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Over the span of this project it has often occurred to me that the online image in and of itself has some unique characteristics, and consequences, that have not yet been well articulated or understood. Like digital photography had earlier negotiated a new theorization of the medium, it seemed to me that the conditions of online culture would soon need to confront a new reality and ontology of the online image. But so far I only had questions, not answers: How were artists, journalists, theorists negotiating the new meanings and implications of the photograph inside network culture? How do we make sense of the image’s new forms of hybridity, modes of authorship, economies of attention, and conditions of sociality? Beyond undoing photography’s prior relationship to the real, indexicality, or materiality does the online image define itself on new terms – through its flexibility, disregard for traditional ideas of authorship, ownership and authenticity and its privileging of pathways of circulation and distribution over the act of creation or production. Does the online image really have the potential to disturb established notions of visual culture, journalism or artistic practice in profound ways? To attend to such questions, in December 2011, I’m launching a new research initiative that works towards articulating a yet unwritten history, politics and philosophy of the online image. Envisioned as a five-year inquiry I hope to engage many artists, theorists, historians, curators, institutions and publics along the way. For now I’ve decided to start right here in the pages of Foam. What follows is a conversation between myself and artist David Horvitz, addressing his unique artistic practice as one possible vantage point to contextualize and consider the specificity of the online image. Laurel Ptak

Laurel Ptak: What do you think is distinct about the online image? A lot of your work seems to approach this question. David Horvitz: The online image is something that can’t exist outside of its condition of circulation. Obviously, an analogue photograph circulates, it had to get to where it is. But the online image is...online. It is in the middle of net-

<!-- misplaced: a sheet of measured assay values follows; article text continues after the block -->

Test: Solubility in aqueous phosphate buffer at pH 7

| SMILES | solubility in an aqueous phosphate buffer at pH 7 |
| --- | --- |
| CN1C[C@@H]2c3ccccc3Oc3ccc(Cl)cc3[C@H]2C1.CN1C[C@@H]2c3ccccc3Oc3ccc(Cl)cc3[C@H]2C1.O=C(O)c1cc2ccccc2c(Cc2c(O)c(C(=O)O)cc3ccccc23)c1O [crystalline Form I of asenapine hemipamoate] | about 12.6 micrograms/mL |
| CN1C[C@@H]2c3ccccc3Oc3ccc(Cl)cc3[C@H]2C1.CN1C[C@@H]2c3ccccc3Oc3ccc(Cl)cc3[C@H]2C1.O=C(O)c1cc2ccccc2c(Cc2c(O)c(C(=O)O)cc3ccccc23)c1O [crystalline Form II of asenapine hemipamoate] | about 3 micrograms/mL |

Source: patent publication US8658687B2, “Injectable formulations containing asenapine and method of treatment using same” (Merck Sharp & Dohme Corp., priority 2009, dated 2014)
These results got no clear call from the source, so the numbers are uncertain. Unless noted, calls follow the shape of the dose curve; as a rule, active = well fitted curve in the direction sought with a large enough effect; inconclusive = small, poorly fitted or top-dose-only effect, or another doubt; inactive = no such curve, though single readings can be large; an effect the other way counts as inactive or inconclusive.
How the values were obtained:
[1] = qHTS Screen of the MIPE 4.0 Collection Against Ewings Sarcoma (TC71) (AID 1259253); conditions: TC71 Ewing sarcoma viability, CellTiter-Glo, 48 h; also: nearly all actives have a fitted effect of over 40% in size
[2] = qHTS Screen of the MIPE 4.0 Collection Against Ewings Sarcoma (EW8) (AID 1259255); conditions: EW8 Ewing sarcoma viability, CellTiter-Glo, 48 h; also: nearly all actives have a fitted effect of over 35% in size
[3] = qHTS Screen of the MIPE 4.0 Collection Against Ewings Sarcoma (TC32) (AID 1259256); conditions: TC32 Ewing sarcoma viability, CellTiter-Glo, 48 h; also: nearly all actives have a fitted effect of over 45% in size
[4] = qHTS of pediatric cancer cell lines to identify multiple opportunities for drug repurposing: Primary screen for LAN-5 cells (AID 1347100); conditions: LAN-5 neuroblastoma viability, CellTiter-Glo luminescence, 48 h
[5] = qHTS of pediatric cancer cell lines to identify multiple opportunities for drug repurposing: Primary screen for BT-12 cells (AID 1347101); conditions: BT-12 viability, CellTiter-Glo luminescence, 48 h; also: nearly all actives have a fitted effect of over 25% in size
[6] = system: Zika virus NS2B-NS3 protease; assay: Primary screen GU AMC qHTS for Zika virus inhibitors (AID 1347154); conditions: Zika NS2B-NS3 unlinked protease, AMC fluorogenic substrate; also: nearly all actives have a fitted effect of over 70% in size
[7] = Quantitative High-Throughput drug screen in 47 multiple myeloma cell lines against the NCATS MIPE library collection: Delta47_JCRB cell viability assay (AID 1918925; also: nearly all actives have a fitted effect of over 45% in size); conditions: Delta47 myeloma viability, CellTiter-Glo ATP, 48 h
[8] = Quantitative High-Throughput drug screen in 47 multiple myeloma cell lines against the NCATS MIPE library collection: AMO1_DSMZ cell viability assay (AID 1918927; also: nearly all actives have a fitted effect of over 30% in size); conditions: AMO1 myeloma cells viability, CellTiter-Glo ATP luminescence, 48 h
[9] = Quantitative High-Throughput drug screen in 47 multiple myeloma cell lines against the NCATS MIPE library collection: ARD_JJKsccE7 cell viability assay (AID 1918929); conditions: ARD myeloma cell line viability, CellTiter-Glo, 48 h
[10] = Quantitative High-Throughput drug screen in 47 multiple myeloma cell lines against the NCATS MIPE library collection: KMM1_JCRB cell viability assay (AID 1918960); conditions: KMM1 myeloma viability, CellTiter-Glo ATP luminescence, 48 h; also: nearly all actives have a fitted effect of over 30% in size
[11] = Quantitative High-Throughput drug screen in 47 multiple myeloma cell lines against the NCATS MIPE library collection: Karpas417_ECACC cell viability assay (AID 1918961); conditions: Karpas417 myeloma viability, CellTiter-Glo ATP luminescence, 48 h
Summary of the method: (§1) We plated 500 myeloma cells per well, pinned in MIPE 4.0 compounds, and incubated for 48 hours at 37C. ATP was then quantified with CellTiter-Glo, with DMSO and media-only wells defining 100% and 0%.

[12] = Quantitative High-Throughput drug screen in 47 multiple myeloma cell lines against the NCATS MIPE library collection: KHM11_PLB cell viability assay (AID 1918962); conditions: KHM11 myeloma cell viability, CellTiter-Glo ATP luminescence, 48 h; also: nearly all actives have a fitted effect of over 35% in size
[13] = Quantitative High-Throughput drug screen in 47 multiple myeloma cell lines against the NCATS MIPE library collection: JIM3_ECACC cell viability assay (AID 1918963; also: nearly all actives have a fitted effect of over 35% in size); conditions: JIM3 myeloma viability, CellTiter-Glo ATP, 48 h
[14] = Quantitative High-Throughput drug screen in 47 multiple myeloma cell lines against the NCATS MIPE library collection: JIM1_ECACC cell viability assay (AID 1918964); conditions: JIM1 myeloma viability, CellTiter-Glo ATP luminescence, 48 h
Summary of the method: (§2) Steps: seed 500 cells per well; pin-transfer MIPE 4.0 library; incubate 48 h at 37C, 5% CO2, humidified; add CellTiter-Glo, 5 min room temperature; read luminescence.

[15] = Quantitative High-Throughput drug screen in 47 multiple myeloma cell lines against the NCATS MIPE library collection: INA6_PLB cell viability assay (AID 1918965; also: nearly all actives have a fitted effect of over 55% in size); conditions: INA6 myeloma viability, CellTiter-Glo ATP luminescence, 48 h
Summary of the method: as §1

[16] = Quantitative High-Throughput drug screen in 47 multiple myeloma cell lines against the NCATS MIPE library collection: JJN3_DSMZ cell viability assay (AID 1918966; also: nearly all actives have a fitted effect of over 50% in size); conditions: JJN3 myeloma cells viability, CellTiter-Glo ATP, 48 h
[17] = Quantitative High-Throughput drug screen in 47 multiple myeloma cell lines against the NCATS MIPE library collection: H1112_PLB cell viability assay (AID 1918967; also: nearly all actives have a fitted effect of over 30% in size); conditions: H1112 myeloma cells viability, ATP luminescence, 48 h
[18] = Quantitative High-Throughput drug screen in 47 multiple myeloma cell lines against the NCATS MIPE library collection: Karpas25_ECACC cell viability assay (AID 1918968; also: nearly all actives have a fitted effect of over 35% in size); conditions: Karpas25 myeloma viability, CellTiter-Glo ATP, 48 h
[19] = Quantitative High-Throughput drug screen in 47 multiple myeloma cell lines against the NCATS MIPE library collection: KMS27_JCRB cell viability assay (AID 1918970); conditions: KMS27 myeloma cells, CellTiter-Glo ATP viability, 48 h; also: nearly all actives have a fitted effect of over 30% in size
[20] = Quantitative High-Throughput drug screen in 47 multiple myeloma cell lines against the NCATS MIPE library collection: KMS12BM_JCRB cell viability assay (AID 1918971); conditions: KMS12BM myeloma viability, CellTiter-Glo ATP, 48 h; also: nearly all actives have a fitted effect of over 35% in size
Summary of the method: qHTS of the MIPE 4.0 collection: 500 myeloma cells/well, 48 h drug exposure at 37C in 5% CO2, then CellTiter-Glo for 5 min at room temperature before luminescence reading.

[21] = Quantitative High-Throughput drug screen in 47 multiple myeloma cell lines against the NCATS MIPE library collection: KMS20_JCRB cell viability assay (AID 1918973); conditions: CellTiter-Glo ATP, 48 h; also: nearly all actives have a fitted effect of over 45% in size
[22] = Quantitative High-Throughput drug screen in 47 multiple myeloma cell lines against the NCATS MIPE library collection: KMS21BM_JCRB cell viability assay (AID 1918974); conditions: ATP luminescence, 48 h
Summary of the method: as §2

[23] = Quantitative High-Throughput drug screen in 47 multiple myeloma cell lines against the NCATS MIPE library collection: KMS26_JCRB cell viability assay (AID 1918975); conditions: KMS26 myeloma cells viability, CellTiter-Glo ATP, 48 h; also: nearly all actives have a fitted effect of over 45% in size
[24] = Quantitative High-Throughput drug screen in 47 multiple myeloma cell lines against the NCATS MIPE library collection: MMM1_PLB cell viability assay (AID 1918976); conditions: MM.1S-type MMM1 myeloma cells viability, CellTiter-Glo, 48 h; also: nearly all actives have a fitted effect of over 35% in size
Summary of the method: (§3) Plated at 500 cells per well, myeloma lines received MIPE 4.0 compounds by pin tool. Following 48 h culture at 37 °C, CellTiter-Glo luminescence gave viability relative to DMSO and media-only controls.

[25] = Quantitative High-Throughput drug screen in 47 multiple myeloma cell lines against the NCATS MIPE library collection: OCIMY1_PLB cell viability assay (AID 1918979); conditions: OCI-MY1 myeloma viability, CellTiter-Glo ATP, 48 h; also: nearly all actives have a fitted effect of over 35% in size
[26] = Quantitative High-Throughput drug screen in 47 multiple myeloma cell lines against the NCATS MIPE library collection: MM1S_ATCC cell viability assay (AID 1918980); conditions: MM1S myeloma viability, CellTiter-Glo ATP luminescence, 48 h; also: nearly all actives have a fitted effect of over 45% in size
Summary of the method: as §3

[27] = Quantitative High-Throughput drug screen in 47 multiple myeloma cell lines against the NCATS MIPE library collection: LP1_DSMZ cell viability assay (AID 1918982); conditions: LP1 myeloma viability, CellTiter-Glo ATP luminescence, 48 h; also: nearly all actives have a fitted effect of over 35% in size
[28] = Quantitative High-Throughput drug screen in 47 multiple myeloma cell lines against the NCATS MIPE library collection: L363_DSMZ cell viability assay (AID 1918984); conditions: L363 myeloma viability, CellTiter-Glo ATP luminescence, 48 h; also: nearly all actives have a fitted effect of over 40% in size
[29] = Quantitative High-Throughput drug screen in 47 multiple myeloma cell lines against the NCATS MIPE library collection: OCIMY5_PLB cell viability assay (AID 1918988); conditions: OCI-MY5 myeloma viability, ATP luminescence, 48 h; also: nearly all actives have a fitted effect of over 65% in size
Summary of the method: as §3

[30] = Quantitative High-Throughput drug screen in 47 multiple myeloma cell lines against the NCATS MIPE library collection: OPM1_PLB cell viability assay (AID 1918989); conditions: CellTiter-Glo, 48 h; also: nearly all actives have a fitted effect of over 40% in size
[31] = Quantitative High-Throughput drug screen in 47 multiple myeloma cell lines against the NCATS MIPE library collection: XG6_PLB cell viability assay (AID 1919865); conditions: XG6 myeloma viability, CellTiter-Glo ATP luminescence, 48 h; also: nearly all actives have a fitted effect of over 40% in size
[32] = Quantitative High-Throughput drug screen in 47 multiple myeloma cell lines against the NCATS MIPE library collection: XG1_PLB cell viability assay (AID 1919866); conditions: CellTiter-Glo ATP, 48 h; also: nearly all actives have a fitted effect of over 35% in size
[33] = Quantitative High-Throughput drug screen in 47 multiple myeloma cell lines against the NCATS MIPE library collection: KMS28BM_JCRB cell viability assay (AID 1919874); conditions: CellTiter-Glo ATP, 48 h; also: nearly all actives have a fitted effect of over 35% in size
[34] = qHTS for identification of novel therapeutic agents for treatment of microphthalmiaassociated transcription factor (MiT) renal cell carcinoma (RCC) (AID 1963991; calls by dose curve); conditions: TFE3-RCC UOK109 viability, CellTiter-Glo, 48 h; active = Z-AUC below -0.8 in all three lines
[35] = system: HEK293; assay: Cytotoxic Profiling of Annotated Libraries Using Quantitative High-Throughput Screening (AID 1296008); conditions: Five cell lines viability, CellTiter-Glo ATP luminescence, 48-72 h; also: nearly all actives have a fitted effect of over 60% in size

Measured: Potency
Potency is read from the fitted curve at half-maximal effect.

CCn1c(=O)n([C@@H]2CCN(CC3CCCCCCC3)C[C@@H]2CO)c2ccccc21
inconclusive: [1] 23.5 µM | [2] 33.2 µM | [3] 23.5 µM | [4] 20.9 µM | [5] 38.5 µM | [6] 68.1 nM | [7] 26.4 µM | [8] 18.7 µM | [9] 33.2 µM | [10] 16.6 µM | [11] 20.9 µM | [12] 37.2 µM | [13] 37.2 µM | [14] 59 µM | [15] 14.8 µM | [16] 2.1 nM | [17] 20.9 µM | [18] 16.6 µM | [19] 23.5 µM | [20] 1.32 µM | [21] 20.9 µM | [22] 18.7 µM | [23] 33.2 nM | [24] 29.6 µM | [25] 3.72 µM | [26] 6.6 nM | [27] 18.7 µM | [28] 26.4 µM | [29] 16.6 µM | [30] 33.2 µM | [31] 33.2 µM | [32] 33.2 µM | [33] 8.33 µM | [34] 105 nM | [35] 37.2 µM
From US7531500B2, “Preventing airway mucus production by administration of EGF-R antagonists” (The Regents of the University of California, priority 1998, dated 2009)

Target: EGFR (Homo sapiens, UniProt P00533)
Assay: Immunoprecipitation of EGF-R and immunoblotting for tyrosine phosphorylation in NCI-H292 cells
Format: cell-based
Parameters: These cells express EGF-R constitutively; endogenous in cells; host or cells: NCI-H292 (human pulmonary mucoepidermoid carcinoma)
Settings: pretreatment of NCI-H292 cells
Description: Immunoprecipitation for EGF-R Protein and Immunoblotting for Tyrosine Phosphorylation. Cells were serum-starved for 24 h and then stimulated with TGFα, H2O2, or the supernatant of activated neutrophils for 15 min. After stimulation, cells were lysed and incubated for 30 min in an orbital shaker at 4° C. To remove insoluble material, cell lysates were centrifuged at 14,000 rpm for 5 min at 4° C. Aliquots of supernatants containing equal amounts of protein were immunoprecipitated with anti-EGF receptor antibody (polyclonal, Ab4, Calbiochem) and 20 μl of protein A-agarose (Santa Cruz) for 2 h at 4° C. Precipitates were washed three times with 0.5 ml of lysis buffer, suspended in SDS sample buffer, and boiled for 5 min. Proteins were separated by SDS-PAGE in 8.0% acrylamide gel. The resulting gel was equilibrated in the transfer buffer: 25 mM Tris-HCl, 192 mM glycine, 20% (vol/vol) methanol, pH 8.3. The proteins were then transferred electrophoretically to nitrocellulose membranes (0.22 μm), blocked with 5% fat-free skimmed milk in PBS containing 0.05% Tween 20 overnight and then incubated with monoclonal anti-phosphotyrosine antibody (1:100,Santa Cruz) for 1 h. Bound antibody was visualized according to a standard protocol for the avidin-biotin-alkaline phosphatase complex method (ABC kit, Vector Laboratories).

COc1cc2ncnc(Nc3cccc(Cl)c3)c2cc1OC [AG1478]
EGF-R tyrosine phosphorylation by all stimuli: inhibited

works and movements and acceleration. The online image is always re-contextualized. There is something about its timeless character. That it can be constantly in flux. The question is: how do you work with this?

of itself. For a Brief Time Only at a Location Near You is a perfect example. This project addressed context and the circulation of images as reconfigured by network culture rather interestingly.

Your projects find compelling ways of negotiating this. I’ve often thought the real medium of your work might be distribution in and

I did this with Mylinh Nguyen. It was a photo project that distributed images as digital files to drugstores around the world, which then materialized in

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towards a history, politics and philosophy of the online image

My work as a curator has, for many years now, critically attended to new possibilities and cultural implications of online space for art. Interestingly the project for which I am best known is not an exhibition in any traditional sense, but rather a blog. For almost five years now I have presented my view of contemporary photography inside this context, putting countless images into public circulation and sharing them with a daily community of several thousand viewers, stretching across hundreds of countries over six continents, sparking a vibrant discourse about the medium of photography.

PREVIEW Foam Magazine Issue #29 What's Next?  

In this special Winter issue of Foam Magazine for our jubilee year the theme What's Next? arose. What's next? It's a simple question that ca...

PREVIEW Foam Magazine Issue #29 What's Next?  

In this special Winter issue of Foam Magazine for our jubilee year the theme What's Next? arose. What's next? It's a simple question that ca...